Use your right hand to position Baby’s head to your right breast. To feed from the left breast, hold Baby’s torso under your left armpit and use your left hand to position Baby’s head onto your left breast. I often forget to use the football hold because I rarely see this position. But the football hold works and is a lifesaver when your nipples are exhausted. The football hold is recommended for women who have had a C-section because the Baby does not lie across your belly.
4. Side Lying Position
This method works best after you have established good breastfeeding routine – in other words, breastfeeding is working well and you & Baby are a team. Like a firm mattress, you will lie down on a soft but firm surface to feed on the right breast. Lie so that you are on your right side and your right breast is closest to the mattress. Place Baby beside you so that his body and face is pointed towards you (belly to belly, face to face). Bring Baby closer and allow him to latch on to the breast that is closest to the mattress (in this case, the right breast).
To feed on the left side, lie on your left with the left breast closest to the mattress. Place Baby beside you so that his face and body is facing towards you. Moms who have had a C-section can use this Hold since it allows her feed Baby while resting in bed. This Hold is excellent for middle-of-the-night feedings, too. You can feed your Baby but remain lying down. Moms love this Hold because it gives them an excuse to lie down in the middle of the day to feed the Baby.
5. Australian Hold
This Hold is sometimes recommended when a mother has too much milk or the flow of milk is too fast. There are two ways to do the Australian Hold
- Reclined position: Lie in a reclined position or lie flat on your back and place Baby on top of you facing towards you. Position Baby so his head is level with your breast and start breastfeeding.
- Sitting up: Your Baby sits on your lap, facing you and straddling one of your legs. You hold the back of the Baby’s neck to support his head while he latches-on and drinks. Use pillows if the Baby is not tall enough to reach your breasts. Because the Baby is sitting up, gravity helps the milk find its way down the Baby’s throat. Also because Baby’s mouth is level with your breast, the milk does not come gushing down as quickly.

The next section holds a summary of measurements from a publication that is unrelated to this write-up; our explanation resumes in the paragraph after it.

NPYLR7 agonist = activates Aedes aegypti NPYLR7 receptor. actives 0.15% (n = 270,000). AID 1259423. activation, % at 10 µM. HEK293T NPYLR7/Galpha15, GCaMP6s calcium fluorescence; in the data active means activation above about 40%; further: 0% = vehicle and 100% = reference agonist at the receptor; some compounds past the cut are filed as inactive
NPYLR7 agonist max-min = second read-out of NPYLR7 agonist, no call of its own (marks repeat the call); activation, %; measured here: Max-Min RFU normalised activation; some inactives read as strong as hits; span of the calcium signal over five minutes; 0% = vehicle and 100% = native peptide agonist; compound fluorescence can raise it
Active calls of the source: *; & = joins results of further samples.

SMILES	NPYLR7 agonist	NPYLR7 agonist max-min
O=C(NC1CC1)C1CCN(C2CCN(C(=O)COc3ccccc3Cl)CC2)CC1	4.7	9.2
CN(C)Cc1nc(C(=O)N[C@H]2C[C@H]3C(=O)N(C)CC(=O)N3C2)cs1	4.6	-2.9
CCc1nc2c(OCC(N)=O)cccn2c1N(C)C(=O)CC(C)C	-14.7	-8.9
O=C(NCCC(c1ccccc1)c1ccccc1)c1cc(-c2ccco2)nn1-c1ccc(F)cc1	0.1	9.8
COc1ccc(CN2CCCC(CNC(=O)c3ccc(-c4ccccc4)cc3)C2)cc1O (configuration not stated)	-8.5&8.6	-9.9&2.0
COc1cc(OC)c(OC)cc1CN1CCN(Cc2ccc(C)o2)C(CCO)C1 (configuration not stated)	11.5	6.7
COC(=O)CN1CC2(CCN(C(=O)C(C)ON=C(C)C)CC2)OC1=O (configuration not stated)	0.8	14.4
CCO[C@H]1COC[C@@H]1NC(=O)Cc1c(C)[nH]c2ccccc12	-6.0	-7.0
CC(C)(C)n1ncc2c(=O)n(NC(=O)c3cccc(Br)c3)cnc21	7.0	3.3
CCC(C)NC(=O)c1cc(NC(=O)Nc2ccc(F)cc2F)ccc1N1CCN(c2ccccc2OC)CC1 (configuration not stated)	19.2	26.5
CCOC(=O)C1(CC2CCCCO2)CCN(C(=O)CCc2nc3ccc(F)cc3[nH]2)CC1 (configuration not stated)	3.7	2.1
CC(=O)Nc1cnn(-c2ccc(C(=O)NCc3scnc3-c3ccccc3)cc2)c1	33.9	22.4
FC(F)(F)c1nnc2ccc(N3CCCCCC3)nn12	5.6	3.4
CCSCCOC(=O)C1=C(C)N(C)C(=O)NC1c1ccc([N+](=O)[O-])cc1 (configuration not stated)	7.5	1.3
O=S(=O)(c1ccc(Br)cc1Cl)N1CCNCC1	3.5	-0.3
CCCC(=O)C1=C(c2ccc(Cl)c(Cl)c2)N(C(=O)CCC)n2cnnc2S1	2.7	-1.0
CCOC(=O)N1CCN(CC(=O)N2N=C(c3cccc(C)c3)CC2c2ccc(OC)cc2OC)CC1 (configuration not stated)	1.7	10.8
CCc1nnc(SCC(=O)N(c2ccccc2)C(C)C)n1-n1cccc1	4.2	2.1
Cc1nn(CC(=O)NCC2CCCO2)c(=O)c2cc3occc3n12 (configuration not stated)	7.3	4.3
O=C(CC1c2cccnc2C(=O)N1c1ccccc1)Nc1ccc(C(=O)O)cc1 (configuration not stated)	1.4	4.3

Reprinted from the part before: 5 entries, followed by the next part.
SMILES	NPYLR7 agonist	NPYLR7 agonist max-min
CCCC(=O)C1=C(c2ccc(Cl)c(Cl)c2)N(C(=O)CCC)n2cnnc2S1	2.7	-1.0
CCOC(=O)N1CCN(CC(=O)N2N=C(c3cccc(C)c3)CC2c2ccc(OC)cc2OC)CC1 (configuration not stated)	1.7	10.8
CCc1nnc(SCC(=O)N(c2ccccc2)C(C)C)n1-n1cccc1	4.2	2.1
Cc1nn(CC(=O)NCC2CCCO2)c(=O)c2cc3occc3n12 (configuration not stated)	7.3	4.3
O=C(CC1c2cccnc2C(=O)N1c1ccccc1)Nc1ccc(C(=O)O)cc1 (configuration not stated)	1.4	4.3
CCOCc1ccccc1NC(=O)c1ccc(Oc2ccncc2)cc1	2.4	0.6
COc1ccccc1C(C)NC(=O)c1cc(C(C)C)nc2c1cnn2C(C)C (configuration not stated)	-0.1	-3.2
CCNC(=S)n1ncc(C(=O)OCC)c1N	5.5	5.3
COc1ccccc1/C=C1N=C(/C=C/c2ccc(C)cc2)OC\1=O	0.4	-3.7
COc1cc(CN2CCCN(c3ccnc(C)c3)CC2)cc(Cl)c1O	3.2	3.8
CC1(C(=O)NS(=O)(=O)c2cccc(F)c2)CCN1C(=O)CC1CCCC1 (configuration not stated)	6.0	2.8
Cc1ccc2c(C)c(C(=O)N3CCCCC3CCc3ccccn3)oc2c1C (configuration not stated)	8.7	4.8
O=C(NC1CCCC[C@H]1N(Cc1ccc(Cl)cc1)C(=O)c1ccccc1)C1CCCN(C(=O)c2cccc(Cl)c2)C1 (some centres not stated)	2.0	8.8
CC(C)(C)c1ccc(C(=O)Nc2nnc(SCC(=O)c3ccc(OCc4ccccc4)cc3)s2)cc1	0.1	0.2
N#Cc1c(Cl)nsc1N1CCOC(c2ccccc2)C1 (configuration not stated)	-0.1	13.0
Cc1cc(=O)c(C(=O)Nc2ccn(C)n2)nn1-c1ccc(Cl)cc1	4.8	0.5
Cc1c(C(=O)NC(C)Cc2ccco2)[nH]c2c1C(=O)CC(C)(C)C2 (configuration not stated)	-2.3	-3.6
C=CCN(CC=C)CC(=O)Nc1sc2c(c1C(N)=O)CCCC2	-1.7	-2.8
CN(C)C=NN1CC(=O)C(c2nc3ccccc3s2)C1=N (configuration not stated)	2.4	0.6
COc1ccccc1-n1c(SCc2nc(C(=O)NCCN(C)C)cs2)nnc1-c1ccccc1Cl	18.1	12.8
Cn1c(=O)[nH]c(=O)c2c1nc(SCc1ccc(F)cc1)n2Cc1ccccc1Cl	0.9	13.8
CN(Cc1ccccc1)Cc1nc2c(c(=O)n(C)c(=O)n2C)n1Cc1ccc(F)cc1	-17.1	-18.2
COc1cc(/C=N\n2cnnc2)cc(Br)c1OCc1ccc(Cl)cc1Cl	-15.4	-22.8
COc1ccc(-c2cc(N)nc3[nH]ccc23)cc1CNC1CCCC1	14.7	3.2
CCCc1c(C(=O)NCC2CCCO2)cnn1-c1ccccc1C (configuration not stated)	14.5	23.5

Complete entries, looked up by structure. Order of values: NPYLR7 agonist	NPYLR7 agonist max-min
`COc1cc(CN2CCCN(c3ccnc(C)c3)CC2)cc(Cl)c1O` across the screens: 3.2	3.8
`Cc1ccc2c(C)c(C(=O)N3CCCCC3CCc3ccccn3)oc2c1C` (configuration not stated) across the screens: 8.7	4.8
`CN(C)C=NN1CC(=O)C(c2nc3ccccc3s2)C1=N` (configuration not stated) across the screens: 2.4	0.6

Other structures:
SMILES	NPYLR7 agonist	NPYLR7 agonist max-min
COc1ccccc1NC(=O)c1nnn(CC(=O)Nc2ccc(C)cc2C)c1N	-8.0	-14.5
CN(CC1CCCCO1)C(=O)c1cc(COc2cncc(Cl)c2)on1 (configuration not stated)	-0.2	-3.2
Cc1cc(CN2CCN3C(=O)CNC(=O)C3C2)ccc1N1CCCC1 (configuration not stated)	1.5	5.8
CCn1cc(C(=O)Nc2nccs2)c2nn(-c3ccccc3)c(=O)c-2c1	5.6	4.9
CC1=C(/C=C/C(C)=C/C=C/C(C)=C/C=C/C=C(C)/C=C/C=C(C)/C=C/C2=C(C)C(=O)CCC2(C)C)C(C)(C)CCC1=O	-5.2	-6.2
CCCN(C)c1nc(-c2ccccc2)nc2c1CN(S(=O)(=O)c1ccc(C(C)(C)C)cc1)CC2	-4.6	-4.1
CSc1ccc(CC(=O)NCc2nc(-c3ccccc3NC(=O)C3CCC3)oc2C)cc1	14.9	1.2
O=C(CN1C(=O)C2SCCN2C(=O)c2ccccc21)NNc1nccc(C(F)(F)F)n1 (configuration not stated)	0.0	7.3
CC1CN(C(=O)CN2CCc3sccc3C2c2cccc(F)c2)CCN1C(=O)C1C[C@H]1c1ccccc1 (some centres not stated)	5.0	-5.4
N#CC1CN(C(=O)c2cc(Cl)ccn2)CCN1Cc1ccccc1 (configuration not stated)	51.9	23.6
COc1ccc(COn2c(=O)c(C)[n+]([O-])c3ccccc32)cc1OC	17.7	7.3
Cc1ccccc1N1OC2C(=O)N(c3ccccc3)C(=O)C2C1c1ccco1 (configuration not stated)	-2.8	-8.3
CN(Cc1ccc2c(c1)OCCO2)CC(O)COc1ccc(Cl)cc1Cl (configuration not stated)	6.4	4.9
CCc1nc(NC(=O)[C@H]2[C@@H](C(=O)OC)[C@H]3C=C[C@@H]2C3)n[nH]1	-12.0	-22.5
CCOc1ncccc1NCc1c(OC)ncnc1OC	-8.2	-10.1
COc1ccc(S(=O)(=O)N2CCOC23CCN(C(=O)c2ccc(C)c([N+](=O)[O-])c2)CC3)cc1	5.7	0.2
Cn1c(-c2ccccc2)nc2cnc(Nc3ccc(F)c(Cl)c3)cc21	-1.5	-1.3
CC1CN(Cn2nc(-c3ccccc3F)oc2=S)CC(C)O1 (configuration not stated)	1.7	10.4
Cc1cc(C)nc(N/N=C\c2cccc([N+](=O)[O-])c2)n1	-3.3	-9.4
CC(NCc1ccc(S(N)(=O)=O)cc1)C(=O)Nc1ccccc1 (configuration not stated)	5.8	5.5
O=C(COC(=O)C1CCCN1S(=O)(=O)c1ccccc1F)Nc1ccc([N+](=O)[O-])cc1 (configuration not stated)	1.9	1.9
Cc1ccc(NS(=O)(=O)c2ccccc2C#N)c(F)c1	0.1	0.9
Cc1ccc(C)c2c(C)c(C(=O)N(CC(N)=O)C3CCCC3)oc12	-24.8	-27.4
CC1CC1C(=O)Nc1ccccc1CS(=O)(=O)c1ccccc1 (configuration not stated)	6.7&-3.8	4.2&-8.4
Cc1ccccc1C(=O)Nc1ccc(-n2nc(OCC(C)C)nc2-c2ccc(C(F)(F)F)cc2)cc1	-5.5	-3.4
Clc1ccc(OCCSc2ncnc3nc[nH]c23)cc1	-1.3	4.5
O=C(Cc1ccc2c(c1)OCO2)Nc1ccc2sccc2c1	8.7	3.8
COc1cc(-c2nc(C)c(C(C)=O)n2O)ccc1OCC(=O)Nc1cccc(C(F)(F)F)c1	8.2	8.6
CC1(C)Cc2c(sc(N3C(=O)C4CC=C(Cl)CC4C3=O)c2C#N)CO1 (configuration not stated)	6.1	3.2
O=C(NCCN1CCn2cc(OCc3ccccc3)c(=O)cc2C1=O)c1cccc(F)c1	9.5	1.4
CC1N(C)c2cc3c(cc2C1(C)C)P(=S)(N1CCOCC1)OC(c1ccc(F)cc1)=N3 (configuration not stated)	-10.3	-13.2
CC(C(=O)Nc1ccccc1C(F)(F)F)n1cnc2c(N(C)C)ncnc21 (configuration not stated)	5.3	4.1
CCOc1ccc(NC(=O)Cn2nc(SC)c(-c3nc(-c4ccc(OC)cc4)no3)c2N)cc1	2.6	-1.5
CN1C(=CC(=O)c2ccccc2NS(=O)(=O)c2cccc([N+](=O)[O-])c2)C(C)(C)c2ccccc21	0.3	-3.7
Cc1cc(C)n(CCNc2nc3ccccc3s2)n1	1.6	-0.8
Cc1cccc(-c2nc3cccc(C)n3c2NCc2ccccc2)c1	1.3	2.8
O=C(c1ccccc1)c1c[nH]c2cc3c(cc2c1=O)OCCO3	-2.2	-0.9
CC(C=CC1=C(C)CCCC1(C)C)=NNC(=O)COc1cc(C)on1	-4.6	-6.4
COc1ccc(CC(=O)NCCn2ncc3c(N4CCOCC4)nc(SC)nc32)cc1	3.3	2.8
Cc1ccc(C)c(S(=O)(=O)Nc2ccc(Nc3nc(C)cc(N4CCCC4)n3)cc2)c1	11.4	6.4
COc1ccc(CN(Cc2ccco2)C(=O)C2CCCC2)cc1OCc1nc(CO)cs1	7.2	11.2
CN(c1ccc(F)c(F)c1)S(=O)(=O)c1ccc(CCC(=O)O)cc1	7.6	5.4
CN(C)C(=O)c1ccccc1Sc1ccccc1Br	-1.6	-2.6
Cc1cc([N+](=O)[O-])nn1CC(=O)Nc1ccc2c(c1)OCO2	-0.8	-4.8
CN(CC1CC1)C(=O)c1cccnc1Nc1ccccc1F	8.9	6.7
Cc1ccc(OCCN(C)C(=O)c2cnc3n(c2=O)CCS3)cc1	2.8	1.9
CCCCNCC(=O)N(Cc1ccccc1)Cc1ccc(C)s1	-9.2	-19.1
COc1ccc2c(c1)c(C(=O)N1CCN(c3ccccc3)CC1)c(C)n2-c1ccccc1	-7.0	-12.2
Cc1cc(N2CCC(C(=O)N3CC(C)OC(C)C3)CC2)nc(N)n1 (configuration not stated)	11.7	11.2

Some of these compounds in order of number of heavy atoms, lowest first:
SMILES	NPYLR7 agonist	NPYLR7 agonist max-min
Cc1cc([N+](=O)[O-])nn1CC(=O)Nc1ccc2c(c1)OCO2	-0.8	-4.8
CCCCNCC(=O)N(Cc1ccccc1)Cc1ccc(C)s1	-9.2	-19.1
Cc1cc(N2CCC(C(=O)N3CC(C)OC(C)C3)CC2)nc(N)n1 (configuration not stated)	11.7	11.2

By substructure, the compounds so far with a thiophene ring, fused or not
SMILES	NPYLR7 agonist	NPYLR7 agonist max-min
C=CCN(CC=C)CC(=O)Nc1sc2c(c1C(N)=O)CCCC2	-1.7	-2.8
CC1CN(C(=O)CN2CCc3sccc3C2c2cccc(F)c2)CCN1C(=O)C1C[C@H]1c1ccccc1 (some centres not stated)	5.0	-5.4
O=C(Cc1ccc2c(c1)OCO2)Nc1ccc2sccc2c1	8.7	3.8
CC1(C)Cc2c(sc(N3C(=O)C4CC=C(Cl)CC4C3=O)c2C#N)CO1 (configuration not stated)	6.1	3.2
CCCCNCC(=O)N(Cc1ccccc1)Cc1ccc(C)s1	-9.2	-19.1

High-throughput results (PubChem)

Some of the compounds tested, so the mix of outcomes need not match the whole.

Because you are reclined backwards or lying down, gravity will help your milk come out slower and there will be less chances of Baby gagging on excess milk.
Tips and tricks to help you successfully breastfeed your little one
First-time moms are often concerned about how to breastfeed their Baby, so here you have some tips and tricks to help you successfully breastfeed your little one:
1. Relax and take your time. Try to relax, take deep breaths, and focus on the feeling of your baby nursing. This will help you be patient with your newborn as he learns how to latch onto the breast.
2. Make sure you have good posture while breastfeeding so that it’s comfortable for both of you. You can also try sitting up with pillows or leaning against a wall for support if needed.
3. Get comfortable with the breastfeeding positions that are most comfortable for you and your Baby by experimenting with different positions before giving birth! Some moms like lying down with their babies at their sides; others prefer sitting upright in a rocking chair or recliner; others find that lying on their backs works best for them because it helps reduce pressure on their tummy after childbirth!
4. Don’t give up if it takes some time for things to get going! Most moms find that within a few days after birth, they start feeling more comfortable with breastfeeding—and eventually, they’ll be able to feed their babies without discomfort!
5. If you’re having problems with sore nipples, try using breast pads to protect your tender tissue. You can also use cold compresses for the first few days after birth if it helps soothe your soreness.